London has no plans to share Covid vaccines with Republic of Ireland, PM’s office says despite reports
Speaking on Monday, the prime minister’s spokesman said London’s priority is the British public and there are no plans to share Covid-19 vaccines with other countries, at least until all of the adult population has been jabbed.
“The vaccine rollout is continuing to that end. We don’t currently have a surplus of vaccines, but we will consider how they are best allocated as they become available,” the spokesman told reporters.
Johnson’s spokesman said the government’s main focus was ensuring all those over the age of 50 have received their first dose before April 15, and from there continue on to inoculate all Britons before the end of July.
Responding to the EU’s ongoing demands for the UK to start sending vaccines to the continent, the spokesman said both parties were continuing to work together for a “reciprocally beneficial relationship.”Also on rt.com Government urges caution and common sense as England emerges from ‘stay at home’ Covid-19 order
The Sunday Times reported at the weekend that the UK would start sharing vaccines with Dublin, partially to allow Northern Ireland to come out of lockdown without the risk of importing new infections from the south.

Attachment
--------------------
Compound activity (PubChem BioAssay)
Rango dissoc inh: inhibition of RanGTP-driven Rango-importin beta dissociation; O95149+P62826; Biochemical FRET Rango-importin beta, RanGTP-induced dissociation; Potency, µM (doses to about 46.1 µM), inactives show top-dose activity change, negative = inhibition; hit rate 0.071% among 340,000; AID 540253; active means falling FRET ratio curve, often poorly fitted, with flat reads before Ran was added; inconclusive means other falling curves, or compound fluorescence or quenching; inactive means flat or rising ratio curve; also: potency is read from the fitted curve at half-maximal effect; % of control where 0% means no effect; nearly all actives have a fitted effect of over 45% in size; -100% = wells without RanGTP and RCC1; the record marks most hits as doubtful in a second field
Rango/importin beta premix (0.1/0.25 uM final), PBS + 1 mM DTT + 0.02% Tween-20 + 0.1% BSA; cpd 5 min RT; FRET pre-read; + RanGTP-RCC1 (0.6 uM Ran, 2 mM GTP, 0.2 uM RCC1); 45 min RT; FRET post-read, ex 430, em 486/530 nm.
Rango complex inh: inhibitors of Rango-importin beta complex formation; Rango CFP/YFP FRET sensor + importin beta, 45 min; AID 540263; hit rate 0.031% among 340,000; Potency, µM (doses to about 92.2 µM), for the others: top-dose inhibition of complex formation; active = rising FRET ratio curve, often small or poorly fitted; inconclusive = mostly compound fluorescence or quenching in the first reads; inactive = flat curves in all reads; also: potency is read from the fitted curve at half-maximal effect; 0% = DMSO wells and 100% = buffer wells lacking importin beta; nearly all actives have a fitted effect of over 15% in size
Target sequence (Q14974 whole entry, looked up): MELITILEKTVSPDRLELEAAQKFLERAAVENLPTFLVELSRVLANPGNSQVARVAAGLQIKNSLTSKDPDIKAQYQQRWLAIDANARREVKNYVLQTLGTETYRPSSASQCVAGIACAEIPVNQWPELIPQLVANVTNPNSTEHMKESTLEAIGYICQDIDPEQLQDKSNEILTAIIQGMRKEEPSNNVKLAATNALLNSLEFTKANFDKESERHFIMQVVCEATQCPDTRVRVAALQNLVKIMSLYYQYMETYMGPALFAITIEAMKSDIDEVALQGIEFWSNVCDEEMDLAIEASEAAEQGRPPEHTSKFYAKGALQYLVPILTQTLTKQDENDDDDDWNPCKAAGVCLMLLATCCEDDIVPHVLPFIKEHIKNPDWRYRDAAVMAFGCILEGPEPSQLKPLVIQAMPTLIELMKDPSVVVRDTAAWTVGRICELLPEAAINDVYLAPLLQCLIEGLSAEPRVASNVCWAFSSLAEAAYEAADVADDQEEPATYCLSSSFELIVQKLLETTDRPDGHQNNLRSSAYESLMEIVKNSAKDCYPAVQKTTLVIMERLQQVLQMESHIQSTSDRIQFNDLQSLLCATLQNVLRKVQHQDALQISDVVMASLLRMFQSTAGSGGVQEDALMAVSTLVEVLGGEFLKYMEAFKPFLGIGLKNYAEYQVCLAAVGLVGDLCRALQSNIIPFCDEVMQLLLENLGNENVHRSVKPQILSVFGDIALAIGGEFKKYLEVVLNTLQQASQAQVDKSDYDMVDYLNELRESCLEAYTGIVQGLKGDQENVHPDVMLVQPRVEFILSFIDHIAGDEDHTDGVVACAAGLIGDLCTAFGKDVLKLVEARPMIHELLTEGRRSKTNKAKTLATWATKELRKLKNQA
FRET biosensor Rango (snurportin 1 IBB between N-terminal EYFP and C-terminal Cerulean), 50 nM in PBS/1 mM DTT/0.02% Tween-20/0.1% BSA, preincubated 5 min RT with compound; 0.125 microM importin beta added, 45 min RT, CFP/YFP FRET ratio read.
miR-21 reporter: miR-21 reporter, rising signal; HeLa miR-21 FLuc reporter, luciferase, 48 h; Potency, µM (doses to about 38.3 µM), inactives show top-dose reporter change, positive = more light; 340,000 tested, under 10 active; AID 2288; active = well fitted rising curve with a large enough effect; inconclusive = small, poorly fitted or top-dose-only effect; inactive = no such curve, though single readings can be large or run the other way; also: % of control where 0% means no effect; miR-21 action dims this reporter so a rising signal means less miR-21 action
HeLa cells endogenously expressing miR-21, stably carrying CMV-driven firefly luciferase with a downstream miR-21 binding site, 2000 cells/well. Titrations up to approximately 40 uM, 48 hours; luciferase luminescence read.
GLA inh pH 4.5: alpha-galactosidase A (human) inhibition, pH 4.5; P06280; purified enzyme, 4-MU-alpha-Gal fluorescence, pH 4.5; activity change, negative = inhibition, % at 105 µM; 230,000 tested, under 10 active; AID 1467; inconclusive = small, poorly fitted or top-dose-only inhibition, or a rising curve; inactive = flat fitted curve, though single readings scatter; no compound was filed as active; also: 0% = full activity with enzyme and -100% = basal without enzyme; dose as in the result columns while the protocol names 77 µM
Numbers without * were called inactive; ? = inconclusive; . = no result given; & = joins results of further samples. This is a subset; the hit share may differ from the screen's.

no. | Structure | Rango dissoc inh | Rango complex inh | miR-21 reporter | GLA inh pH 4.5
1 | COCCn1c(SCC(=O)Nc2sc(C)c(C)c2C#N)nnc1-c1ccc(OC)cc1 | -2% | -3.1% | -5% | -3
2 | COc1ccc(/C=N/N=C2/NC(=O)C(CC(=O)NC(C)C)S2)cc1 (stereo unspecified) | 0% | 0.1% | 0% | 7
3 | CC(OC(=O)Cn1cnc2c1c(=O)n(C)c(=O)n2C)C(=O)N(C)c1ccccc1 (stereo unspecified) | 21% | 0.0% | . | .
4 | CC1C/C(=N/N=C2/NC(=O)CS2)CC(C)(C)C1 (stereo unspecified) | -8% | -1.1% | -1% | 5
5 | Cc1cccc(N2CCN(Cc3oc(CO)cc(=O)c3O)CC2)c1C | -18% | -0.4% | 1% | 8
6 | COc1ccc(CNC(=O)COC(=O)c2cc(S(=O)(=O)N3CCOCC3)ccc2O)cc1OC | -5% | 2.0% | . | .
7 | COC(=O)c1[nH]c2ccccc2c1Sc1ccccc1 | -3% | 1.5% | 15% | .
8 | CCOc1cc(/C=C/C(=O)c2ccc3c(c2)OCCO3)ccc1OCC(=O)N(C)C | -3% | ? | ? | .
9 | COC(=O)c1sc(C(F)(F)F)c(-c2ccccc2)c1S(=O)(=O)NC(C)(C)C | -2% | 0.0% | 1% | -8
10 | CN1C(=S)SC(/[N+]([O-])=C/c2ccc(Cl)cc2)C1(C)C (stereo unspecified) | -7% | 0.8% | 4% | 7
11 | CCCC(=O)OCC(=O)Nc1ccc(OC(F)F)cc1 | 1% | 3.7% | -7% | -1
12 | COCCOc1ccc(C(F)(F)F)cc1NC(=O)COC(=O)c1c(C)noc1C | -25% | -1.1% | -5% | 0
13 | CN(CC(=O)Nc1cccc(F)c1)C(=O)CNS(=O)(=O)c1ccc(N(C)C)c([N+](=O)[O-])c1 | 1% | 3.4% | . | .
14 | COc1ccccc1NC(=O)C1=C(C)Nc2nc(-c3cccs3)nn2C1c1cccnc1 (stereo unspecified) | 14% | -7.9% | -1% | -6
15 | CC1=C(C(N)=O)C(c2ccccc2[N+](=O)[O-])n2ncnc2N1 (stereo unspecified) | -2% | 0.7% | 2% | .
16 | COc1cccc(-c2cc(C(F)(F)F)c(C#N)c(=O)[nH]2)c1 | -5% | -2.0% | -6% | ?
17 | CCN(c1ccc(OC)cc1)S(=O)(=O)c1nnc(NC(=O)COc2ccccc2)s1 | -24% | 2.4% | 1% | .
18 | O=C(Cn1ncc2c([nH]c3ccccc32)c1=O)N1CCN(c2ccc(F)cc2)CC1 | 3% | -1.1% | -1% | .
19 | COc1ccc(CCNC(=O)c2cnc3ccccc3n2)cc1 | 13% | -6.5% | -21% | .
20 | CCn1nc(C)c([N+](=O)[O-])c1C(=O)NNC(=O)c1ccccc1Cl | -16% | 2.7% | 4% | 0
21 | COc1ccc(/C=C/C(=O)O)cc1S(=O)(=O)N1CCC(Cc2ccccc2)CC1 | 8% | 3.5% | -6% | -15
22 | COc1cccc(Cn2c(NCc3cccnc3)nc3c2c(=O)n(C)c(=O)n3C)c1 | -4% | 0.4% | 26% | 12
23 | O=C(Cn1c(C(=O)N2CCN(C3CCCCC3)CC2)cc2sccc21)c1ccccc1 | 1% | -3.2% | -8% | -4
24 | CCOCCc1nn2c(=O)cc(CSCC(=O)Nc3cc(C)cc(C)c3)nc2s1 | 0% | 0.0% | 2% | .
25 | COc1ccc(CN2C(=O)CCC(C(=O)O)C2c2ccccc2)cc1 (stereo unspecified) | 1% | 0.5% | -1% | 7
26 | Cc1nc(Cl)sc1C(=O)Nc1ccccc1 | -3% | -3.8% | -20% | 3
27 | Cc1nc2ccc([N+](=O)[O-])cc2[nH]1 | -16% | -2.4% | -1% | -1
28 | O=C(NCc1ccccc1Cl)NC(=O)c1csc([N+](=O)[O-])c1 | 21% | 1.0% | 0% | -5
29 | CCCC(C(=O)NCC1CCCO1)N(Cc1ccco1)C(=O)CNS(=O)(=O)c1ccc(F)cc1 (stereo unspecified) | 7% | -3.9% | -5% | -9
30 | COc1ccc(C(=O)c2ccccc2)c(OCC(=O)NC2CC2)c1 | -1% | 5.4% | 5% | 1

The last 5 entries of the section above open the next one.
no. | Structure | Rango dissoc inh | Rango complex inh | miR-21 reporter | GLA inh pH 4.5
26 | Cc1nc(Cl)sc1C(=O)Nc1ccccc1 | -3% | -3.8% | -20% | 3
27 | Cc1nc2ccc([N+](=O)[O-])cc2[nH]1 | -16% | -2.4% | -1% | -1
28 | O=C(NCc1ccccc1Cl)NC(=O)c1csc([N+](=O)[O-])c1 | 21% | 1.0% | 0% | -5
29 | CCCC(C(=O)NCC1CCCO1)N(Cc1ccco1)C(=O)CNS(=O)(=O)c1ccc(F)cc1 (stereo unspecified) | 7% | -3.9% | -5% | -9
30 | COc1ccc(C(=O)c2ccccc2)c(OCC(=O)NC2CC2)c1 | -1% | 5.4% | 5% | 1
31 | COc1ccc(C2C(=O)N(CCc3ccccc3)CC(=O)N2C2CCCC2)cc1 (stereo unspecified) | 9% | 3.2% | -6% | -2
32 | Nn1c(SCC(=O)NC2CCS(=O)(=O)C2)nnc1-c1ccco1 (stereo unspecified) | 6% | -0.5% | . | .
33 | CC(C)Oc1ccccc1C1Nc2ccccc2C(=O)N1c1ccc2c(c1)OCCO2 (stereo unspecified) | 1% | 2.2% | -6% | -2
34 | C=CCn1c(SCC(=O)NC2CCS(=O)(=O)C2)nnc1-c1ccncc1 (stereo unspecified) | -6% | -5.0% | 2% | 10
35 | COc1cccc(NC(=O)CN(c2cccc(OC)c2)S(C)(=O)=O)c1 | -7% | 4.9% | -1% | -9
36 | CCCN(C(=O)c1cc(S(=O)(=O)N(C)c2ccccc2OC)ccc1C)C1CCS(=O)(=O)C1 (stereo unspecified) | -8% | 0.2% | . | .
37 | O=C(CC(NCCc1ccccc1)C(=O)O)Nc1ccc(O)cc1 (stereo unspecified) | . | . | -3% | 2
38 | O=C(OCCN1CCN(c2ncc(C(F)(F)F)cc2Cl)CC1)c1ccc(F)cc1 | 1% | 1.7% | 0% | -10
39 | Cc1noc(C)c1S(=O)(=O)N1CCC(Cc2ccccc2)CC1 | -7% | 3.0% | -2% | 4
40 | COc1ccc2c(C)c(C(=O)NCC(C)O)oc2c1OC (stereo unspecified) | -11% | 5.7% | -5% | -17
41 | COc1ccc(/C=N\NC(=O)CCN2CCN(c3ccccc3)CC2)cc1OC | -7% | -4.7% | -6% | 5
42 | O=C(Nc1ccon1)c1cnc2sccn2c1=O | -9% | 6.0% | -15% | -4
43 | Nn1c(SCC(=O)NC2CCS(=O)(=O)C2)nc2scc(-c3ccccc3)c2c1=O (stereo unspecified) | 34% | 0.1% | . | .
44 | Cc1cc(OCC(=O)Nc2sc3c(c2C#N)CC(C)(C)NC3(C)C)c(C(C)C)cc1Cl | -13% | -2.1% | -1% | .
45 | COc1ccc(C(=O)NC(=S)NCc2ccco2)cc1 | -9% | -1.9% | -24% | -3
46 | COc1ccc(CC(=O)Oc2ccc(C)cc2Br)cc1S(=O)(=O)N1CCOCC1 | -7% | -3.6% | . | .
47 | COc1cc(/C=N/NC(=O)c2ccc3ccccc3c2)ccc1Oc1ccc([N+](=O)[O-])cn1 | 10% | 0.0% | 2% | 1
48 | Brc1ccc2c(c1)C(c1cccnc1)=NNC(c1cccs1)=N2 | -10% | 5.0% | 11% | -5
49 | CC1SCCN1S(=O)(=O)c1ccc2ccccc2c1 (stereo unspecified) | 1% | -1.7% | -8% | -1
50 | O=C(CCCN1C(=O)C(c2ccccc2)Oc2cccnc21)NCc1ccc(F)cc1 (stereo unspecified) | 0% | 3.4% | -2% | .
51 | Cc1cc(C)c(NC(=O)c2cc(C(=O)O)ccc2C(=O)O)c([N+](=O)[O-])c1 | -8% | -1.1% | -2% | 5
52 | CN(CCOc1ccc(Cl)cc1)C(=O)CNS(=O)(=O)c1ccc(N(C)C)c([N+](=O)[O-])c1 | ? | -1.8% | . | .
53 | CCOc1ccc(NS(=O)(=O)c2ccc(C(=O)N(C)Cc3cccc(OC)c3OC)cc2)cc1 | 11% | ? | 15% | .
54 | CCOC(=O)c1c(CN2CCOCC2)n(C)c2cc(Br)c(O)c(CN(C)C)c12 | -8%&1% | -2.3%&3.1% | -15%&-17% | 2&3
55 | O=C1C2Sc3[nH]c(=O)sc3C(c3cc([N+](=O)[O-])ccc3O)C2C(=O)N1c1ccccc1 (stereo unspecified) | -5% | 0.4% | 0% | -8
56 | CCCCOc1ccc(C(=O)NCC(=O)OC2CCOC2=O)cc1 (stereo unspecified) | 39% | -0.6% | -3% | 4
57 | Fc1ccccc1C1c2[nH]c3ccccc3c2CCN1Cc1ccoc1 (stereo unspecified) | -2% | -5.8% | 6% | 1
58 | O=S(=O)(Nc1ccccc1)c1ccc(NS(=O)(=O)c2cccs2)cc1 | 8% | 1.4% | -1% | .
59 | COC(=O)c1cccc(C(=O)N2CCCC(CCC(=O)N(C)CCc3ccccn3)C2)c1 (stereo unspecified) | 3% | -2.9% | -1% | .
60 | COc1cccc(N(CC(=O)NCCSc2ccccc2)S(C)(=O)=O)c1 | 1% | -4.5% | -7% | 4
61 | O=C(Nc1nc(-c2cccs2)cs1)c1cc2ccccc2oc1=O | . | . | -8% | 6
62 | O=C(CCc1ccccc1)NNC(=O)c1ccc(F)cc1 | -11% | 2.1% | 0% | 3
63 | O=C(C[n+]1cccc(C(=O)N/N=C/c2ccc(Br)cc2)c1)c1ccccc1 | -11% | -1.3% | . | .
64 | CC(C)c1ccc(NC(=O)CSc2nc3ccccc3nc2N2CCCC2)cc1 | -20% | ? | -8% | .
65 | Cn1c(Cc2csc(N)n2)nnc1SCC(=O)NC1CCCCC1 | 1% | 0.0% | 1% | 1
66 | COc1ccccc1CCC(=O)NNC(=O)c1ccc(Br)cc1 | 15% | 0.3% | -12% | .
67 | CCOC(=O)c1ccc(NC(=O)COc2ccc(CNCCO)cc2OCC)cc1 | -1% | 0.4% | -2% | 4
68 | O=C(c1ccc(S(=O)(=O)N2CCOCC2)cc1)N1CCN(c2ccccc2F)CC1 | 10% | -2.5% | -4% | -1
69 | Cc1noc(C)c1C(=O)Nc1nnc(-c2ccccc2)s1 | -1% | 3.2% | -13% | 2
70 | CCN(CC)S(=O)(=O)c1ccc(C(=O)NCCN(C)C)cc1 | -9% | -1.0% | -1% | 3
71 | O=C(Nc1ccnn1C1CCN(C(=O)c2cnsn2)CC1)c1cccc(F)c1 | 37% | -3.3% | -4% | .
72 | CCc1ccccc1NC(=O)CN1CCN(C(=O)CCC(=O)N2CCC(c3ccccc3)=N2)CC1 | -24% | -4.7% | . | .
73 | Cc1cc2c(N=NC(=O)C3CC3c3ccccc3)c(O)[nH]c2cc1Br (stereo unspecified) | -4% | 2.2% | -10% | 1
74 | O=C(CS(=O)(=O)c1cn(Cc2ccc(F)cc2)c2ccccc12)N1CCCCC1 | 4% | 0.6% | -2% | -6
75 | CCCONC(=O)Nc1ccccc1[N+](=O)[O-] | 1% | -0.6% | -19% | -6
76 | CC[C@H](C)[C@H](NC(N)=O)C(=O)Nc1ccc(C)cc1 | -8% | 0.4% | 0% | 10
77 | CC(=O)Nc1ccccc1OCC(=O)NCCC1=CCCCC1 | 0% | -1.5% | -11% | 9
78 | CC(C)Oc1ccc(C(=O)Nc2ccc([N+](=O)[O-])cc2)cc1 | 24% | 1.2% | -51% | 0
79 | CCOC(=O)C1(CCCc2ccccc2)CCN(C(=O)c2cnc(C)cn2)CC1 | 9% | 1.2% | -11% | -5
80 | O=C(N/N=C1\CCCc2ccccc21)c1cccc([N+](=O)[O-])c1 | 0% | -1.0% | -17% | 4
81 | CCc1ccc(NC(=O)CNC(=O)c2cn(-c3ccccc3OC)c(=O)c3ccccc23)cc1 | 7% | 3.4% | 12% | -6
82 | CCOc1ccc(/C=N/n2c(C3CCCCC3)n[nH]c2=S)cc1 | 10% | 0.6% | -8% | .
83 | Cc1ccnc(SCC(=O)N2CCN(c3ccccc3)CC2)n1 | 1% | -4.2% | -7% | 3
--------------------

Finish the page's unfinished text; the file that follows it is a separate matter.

Northern Ireland's First Minister Arlene Foster labelled the alleged plan “a runner,” telling RTE that she had raised the proposal with Boris Johnson and arguing that “it should happen, and hopefully it will.”
Irish Foreign Minister Simon Coveney said the government was unaware of any such offer from London, but Dublin would be open to one. “Of course, if there was, we’d be very interested in talking to the British government about that,” Coveney said, adding that “there is politics being played here too.”
Approximately 12% of Irish people have received at least one Covid-19 jab, while almost half the UK population have received theirs.
The UK and the EU are currently engaged in talks in order to achieve a “fairer deal” for the 27-nation bloc. Brussels believes London should start sharing some of the jabs manufactured in the UK with European nations as a reciprocal measure for doses made in the EU which were distributed to the UK.
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